There series is a very slow burn. You should go into that knowing that right away. Don’t expect certain plot thread to be resolved in this volume…or even the next. This will probably be what makes or breaks the series for a viewer. This first volume focuses mainly on developing characters, potential couples and dramatic tension. You’ll see Chizuru and Ayane’s friendship with Sawako tested after horrible rumours are spread about them with the source appearing to be Sawako herself. You’ll see a LOT of verbal misunderstandings, nefarious doings by Ume, Sawako breaking her shell enough that she plays sports and ultimately becomes an active member in her class instead of being relegated to the background. The series can make you grimace a bit as the main character is so socially awkward that an entire episoe is devoted to her eating at a ramen bar with her friends for the first time, but the same things that make you go, “This is a bit sad that Sawako is this old and just learning to socialize” is also what makes the series charming. It’s a strange mashup, but it really works and helps to make the series stand out. All in all, I liked what I saw and I know I’ll happily watch Volume Two when it is released. Of course there’s a second season over in Japan, but I believe Nippon Ichi has only licensed the first. Hopefully they’ll get that as you’ll need that season for any sort of resolution. Kind of like how the School Rumble anime ended without reaching the actual conclusion the manga did.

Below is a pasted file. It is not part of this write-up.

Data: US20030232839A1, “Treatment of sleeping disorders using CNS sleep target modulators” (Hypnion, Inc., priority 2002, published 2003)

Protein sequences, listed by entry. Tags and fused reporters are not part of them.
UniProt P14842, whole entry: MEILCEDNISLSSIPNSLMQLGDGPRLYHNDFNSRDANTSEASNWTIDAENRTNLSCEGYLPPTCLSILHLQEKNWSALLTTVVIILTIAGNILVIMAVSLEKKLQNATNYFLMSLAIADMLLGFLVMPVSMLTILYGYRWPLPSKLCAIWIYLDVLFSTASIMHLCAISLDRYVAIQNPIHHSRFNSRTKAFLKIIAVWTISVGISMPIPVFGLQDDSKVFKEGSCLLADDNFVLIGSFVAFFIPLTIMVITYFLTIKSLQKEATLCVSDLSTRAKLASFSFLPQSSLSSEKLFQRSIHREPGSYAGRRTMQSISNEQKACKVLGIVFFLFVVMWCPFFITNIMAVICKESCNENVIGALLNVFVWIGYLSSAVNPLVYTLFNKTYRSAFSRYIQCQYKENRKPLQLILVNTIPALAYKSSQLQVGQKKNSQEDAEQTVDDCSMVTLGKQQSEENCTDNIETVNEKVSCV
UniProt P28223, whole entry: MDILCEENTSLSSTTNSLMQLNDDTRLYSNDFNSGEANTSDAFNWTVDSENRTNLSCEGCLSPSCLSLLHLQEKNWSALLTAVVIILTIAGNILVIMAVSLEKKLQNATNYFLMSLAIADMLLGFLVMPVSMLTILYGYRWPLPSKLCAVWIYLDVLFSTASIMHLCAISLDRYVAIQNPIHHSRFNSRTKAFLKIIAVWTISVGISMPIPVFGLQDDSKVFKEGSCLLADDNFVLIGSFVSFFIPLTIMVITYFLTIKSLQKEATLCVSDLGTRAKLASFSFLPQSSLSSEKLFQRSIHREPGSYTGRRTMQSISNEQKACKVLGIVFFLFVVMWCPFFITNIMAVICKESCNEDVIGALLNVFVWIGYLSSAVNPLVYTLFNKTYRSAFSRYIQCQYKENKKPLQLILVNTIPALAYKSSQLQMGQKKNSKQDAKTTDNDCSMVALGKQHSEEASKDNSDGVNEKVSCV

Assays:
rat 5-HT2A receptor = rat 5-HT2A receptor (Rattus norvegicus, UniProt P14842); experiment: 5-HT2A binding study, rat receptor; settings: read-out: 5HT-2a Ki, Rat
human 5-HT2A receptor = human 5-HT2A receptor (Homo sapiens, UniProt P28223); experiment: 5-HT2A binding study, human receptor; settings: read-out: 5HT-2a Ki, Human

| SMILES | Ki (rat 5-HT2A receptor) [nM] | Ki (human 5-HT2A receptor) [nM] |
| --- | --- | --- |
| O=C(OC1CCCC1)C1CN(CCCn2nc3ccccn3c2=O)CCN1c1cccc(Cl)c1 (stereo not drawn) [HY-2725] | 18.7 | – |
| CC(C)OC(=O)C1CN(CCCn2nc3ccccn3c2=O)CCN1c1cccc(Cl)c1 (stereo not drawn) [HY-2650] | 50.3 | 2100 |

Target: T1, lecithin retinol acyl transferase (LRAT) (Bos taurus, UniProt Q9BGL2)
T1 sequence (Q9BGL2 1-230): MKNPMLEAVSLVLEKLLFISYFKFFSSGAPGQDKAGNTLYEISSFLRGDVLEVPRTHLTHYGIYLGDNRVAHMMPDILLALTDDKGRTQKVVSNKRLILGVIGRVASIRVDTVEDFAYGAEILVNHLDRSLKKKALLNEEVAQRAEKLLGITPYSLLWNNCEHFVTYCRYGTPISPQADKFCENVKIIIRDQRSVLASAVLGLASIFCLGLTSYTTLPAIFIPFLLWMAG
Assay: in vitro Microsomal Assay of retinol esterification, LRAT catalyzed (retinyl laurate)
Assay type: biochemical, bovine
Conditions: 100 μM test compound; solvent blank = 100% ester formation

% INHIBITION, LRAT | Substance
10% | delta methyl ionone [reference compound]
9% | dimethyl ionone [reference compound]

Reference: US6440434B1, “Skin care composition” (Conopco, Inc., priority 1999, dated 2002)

The premium edition of kimi ni todoke (The only version currently available) comes with the standard oversized casing complete with artwork on both sides. One side features Sawako and Shota, while the other has Sawako, Ayane and Chizuru. The case is twice the length of a normal DVD case as well as twice as wide, so it might be a bit hard to find room for it on a shelf. The cover is quite pretty though and it’s exceptionally durable, although this is the first out of all the Nippon Ichi releases to fail my “rabbit test.” As in, it’s the first Nippon Ichi collector’s edition my pet rabbits have been able to successfully gnaw on.